Kieu, Hieu Thi (2017) Globalisation and reforming higher education in Vietnam: Policy aspirations, public institutional changes and reform imaginaries. Doctoral thesis, The University of Huddersfield.

This thesis analyses the mediation of globalisation on higher education in Vietnam (VHE) in policy (the Agenda of reforming VHE 2006-2020–the Agenda), the universities (public institutional changes), and individual practitioners (reform imaginaries). Using the critical interpretive paradigm, it draws on Appadurai’s (2001) vernacular globalisation, Ball’s (1993) textual and discursive sides of policy, Gale’s (2003) the “who” in realising policy, Rizvi and Lingard’s (2010) globalising education policy, and Weaver-Hightower’s (2010) policy ecology. It was designed in two parts: the analysis of the Agenda and the comparative case studies of three public universities. Data include policy documents, 22 semi-structured interviews with three groups of university leaders and retired senior policy-makers, and fieldwork notes. This thesis argues for the indirect but significant influence of globalisation on the Agenda’s reform aspirations, public institutional changes, and individual perspectives. It demonstrates changes and transformations of VHE from an inward to an outward system; from the State-controlled system to the State-supervised system; from the State-owned system to the multiple-owned system; and lastly from national to global and back. Despite the Agenda’s great expectations, it is unknown to leaders of three public universities. Thus, its reform solutions remain policy aspirations whilst institutional changes are ongoing without their direct link to the Agenda. These public universities are at the threshold of transformation marked by their beginning of being autonomous institutions. If the Agenda focuses on the VHE’s future scenarios, reform imaginaries generate insight into the present unsettled practices. This study contributes to the discussion of globalisation and higher education in Vietnam where what is global about reforming VHE is present but less powerful than what is national about it. The country’s historical consequences, cultural traditions, and ideological commitments alter the nature and method of global influences that are manifested in policy and institutional changes.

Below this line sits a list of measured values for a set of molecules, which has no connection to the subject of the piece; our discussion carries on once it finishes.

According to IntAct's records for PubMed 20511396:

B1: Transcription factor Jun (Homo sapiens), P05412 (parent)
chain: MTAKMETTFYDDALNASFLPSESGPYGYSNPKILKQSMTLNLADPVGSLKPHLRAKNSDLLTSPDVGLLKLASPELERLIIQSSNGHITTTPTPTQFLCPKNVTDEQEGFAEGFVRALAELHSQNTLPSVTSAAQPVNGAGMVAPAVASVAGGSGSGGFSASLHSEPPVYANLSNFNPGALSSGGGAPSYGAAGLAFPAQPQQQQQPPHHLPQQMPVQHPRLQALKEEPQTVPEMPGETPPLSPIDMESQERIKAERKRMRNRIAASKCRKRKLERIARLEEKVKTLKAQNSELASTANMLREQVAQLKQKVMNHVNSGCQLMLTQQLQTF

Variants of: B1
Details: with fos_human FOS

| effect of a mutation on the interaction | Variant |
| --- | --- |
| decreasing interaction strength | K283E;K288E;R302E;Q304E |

FINAL THESIS (003).PDF - Accepted Version
Available under License Creative Commons Attribution Non-commercial No Derivatives.

Download (3MB) | Preview


Downloads per month over past year

Add to AnyAdd to TwitterAdd to FacebookAdd to LinkedinAdd to PinterestAdd to Email